text-only page produced automatically by LIFT Text Transcoder Skip all navigation and go to page contentSkip top navigation and go to directorate navigationSkip top navigation and go to page navigation
National Science Foundation
Discoveries
design element
Discoveries
Search Discoveries
About Discoveries
Discoveries by Research Area
Arctic & Antarctic
Astronomy & Space
Biology
Chemistry & Materials
Computing
Earth & Environment
Education
Engineering
Mathematics
Nanoscience
People & Society
Physics
 

Email this pagePrint this page
All Images

Discovery
Klein Bottle is a Real Natural in the Zoo of Geometric Shapes

Back to article | Note about images

Image of a two-dimensional representation of the Klein bottle topology.

A two-dimensional representation of a Klein bottle--a shape with no inside or outside, just one continuous surface. A true Klein bottle needs at least four dimensions; in other words, it can't be blown from glass. Two- and three-dimensional representations like this one exist to help us visualize the topology, but they are not completely faithful to the original shape. The surface cannot be built in two- or three-dimensional space without self-intersection, as shown here with the "handle" passing through the side of the surface.

Credit: Thomas Banchoff, Brown University, and Davide Cervone, Union College.


Download the high-resolution JPG version of the image. (47 KB)

Use your mouse to right-click (Mac users may need to Ctrl-click) the link above and choose the option that will save the file or target to your computer.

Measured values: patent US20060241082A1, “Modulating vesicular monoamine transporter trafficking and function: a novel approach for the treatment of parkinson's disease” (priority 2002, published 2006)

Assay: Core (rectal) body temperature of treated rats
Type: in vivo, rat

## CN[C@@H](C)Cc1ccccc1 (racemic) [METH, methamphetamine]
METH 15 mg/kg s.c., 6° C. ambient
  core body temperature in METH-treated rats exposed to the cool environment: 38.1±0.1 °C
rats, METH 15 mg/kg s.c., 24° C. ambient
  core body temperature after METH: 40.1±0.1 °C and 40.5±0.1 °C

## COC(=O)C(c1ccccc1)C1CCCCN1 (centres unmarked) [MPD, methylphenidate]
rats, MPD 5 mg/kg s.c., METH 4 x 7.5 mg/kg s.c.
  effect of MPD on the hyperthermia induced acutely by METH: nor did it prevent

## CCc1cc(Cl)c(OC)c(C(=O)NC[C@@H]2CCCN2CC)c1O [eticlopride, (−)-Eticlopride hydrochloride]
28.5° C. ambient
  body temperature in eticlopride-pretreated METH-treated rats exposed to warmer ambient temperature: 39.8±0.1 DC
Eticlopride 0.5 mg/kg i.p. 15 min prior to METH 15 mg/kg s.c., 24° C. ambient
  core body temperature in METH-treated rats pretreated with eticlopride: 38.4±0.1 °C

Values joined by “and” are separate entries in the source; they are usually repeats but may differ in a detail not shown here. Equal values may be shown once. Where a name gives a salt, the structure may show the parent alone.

Photo of Stanford mathematician Gunnar Carlsson.

Stanford mathematician Gunnar Carlsson.

Credit: Stanford University


Download the high-resolution JPG version of the image. (49 KB)

Use your mouse to right-click (Mac users may need to Ctrl-click) the link above and choose the option that will save the file or target to your computer.

Image of a klein bottle with bands removed to show the interior connection.

A two-dimensional representation of the Klein bottle shape with wide bands removed to make it easier to see the interior connection. Two of the colored bands are Mobius strips, but the others are orientable strips with a full twist, each looping through the handle and over the top twice.

Credit: Thomas Banchoff, Brown University, and Davide Cervone, Union College.


Download the high-resolution JPG version of the image. (60 KB)

Use your mouse to right-click (Mac users may need to Ctrl-click) the link above and choose the option that will save the file or target to your computer.



Email this pagePrint this page
Back to Top of page